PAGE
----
After spouses have separated, either party may file for equitable distribution of the marital and divisible property and debt. A claim for equitable distribution cannot be filed before the parties to a marriage separate. The claim for equitable distribution will be lost unless it is filed in court prior to entry of a judgment of absolute divorce.
Separate property is not subject to equitable distribution. Separate property is property acquired before marriage and property acquired by gift or inheritance during a marriage. A claim for separate property held by the other spouse is not an equitable distribution claim. A claim for separate property may be filed at any time.
Marital and divisible property and debt is subject to equitable distribution. Property acquired during the marriage is presumed to be marital property. Even though a pension or retirement plan was owned by a spouse prior to the marriage, any contributions to the plan by a spouse from marital earnings, or by the spouse's employer, is marital property and is subject to equitable distribution following separation. Increases in the value of marital property is also marital property and subject to equitable distribution, even if the increase in value occurs following separation.
Where parties cannot agree, the trial court will divide the marital and divisible property and debt based upon a number of factors, and an equal division is presumed by the court to be equitable.
In some cases a client may be entitled to an interim distribution of marital property or debt. This is often helpful where a party needs a place to stay, a vehicle or possession of the marital home.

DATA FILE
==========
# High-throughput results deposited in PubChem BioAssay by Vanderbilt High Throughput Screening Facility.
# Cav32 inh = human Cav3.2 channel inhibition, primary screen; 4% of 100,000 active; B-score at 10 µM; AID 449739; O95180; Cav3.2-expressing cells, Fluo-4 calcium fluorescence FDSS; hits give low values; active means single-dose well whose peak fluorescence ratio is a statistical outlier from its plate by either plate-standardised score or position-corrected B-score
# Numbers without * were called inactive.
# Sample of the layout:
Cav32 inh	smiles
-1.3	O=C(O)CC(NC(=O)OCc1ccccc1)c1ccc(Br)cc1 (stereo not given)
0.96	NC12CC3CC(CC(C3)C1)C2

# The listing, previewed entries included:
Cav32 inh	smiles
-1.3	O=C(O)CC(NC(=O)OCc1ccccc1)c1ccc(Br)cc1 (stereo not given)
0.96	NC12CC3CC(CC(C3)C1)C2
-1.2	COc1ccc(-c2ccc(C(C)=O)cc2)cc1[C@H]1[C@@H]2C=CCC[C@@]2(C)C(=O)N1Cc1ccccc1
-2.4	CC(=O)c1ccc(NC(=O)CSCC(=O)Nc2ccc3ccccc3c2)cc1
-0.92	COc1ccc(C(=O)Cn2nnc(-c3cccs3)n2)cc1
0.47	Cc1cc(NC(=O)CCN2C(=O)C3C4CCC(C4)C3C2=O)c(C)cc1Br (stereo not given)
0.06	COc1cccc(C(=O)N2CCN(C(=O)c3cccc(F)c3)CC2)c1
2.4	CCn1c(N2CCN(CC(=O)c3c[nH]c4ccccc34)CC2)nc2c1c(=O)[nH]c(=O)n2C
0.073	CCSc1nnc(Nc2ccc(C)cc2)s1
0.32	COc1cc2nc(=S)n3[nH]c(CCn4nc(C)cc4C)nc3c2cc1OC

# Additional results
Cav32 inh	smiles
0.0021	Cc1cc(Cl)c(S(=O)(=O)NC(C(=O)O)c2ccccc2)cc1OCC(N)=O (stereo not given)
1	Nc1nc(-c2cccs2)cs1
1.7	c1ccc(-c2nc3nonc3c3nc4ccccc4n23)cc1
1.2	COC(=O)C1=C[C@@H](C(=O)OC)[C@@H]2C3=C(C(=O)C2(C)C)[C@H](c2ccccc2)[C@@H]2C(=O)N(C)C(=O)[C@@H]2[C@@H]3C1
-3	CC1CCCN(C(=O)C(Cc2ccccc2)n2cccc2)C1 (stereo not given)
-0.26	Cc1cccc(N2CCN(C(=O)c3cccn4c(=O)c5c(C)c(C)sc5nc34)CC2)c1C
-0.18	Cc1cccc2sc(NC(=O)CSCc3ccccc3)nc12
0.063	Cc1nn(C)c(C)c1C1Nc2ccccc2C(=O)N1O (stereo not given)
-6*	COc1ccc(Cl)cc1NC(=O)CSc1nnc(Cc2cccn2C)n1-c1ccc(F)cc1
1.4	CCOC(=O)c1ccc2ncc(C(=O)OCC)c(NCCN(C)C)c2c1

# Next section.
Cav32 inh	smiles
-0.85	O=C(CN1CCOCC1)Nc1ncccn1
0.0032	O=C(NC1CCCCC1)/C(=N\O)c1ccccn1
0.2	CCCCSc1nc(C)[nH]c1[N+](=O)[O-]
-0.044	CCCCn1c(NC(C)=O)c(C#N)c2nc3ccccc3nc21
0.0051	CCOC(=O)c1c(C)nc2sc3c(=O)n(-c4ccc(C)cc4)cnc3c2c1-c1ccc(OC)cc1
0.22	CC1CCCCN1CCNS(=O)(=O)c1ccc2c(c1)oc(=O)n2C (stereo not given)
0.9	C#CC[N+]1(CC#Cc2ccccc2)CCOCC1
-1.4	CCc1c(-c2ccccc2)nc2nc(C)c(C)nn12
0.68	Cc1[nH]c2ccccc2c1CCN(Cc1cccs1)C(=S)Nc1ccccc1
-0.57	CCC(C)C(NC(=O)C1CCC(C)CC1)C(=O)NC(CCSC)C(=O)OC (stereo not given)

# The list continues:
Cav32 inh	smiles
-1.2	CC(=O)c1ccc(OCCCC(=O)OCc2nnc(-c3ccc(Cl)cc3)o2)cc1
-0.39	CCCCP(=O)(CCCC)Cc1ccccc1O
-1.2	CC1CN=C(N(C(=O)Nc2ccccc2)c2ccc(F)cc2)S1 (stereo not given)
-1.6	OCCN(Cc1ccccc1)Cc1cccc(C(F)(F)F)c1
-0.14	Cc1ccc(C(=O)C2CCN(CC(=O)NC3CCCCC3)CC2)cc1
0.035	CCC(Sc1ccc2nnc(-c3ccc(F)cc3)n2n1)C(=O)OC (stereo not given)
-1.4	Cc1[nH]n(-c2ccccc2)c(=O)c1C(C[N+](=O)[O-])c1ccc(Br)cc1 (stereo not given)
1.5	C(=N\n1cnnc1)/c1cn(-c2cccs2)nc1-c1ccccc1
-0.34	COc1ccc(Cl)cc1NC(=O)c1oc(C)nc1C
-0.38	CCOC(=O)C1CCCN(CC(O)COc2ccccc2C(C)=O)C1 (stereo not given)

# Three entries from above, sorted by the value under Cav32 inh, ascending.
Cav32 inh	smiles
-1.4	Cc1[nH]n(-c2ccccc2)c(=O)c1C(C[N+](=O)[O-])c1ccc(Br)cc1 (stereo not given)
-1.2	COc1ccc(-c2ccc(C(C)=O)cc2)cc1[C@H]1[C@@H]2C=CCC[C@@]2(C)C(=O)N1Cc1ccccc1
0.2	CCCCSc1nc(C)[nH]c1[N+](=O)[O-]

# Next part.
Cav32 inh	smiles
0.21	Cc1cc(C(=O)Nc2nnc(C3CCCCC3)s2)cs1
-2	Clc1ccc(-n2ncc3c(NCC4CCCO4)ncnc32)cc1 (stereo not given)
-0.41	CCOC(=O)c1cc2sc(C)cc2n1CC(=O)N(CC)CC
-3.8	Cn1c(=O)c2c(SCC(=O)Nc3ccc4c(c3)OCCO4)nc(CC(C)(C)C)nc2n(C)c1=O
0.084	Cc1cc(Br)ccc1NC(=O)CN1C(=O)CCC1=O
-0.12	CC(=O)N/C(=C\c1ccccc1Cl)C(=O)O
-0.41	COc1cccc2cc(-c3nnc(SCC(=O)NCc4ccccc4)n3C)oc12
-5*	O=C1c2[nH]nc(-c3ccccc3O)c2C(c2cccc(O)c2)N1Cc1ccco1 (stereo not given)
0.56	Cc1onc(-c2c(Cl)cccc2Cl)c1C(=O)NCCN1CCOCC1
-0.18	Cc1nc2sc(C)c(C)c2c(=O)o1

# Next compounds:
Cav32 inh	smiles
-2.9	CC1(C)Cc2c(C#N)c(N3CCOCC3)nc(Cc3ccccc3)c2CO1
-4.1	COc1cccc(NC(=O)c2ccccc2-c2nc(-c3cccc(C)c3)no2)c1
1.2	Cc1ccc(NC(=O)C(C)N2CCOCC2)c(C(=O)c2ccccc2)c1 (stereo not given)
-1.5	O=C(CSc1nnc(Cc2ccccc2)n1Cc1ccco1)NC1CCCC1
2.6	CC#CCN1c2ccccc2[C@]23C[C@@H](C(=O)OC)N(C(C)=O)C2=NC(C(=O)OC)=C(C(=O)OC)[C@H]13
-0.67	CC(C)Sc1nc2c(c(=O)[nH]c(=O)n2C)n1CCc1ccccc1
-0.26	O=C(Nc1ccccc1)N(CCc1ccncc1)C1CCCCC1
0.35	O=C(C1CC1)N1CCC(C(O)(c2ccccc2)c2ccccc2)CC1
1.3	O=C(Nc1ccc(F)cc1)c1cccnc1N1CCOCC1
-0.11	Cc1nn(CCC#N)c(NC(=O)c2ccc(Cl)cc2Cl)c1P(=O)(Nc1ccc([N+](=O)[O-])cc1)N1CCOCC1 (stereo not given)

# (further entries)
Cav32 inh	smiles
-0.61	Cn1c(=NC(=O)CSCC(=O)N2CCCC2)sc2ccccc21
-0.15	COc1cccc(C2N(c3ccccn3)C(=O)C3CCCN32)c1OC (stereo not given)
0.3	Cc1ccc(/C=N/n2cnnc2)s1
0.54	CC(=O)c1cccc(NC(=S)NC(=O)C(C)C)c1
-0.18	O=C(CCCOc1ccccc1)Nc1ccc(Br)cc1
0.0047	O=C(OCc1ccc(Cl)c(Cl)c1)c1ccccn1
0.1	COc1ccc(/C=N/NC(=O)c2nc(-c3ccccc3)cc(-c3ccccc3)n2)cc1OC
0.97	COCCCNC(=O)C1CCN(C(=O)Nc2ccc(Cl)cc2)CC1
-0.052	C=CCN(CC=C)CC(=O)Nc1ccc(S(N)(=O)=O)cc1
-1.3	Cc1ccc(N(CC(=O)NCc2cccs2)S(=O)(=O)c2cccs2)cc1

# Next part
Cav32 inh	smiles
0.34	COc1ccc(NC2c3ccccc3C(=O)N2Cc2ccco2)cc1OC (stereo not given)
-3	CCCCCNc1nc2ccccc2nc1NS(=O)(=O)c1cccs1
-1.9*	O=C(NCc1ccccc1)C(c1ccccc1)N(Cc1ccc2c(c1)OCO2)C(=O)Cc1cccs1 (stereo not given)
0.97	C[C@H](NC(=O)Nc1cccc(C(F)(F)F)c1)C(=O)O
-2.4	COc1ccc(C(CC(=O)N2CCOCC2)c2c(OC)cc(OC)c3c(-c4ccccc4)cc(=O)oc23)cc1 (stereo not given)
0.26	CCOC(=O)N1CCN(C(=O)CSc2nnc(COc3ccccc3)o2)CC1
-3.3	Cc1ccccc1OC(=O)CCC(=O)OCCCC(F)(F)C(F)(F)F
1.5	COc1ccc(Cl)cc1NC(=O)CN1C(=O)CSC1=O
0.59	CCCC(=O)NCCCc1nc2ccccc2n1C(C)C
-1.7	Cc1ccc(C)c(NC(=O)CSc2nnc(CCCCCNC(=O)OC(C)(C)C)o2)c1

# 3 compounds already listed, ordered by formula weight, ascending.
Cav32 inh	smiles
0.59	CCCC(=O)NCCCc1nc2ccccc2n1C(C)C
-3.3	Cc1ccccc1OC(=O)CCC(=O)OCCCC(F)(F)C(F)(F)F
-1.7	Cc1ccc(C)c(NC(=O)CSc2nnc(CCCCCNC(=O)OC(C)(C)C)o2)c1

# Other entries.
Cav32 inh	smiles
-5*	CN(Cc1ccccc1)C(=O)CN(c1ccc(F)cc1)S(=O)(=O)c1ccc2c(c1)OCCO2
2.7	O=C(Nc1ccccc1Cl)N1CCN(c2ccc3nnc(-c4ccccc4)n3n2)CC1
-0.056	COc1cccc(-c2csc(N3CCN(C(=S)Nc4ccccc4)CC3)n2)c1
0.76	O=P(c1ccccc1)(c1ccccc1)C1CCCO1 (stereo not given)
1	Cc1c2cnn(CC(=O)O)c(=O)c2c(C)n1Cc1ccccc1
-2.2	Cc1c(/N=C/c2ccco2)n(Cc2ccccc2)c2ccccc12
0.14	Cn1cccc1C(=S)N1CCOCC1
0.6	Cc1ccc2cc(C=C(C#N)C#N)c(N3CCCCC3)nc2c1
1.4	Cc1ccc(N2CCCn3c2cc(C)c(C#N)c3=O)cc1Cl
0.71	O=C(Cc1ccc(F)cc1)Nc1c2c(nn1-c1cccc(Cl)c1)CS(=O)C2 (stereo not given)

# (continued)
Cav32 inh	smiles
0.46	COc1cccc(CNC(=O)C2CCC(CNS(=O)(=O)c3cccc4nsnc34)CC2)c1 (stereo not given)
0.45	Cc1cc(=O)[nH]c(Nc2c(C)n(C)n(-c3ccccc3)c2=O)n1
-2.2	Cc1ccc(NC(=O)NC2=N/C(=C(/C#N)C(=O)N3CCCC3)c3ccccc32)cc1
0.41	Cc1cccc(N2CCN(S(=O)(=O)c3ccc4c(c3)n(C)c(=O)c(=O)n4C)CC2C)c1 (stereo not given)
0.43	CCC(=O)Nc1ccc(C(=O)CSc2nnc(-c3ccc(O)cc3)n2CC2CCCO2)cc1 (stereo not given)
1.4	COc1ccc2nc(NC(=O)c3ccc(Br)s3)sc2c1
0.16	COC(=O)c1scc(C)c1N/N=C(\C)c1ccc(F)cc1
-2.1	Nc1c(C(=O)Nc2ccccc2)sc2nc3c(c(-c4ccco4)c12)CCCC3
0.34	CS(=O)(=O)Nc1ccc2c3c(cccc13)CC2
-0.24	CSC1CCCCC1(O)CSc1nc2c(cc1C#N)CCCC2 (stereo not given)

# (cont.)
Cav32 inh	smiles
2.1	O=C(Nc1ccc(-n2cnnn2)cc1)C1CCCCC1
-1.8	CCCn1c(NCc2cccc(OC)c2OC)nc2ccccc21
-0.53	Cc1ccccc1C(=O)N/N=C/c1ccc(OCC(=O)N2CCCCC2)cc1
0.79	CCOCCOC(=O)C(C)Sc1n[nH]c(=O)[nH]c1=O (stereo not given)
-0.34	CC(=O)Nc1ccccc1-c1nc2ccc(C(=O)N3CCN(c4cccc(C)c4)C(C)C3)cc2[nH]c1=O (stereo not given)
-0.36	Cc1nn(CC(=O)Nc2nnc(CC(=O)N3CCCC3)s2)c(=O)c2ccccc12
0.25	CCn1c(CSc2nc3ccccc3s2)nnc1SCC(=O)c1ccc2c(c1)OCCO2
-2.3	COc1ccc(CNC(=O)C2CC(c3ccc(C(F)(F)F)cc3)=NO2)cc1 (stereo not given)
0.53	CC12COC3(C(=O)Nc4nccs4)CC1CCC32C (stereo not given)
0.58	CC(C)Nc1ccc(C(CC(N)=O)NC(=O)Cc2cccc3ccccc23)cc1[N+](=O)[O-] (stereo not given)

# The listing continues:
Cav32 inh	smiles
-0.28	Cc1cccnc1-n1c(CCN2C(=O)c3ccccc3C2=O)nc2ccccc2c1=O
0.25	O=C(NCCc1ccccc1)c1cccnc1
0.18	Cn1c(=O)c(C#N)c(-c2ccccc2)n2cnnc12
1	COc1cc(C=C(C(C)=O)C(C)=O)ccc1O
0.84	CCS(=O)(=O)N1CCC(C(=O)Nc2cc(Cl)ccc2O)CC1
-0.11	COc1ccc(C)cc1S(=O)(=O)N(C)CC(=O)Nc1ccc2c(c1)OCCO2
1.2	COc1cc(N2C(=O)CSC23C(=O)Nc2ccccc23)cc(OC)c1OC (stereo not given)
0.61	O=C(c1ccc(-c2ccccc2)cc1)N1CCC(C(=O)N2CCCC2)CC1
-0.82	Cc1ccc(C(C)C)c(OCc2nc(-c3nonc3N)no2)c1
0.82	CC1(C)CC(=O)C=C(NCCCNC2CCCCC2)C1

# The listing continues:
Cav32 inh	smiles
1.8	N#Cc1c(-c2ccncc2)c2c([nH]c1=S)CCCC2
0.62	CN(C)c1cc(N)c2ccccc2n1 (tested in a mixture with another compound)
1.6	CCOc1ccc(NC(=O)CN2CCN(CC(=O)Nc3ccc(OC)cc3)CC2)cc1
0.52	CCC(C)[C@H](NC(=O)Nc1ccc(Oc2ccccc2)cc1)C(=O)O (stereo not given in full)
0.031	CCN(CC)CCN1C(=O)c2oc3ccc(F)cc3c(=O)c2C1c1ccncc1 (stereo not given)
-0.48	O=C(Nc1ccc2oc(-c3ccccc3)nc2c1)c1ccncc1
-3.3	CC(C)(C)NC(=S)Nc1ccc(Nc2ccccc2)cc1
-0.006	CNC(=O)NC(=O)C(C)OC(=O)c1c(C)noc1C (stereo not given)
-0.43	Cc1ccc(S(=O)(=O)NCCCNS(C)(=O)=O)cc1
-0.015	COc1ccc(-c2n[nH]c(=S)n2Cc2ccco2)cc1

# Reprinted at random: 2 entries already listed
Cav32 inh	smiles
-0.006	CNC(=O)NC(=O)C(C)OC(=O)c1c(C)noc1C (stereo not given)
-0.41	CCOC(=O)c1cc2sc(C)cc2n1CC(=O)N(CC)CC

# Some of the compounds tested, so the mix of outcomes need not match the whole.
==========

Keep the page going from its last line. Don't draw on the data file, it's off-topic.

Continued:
Unmarried couples are not entitled to equitable distribution; however, they may have certain rights arising from partnership, contract, and property laws for property acquired during their relationship.
An equitable distribution case generally requires an experienced family law attorney. A party to an equitable distribution proceeding will be required to assist in the preparation of an equitable distribution inventory affidavit. The affidavit will list all the property and debt, classify each item as marital or separate, place a value on each item, and suggest a distribution of each item and debt. The client will need to have all of the information necessary for preparation of the equitable distribution inventory affidavit.
In some case, particularly when a client is without funds to pay an hourly fee, and there is sufficient property to be divided from which a reasonable fee can be derived, Mr. Kelso may agree to accept an equitable distribution case on a contingent fee basis. However, the fees in most equitable distribution cases, and cases for recovery of separate property, are based on an hourly rate.
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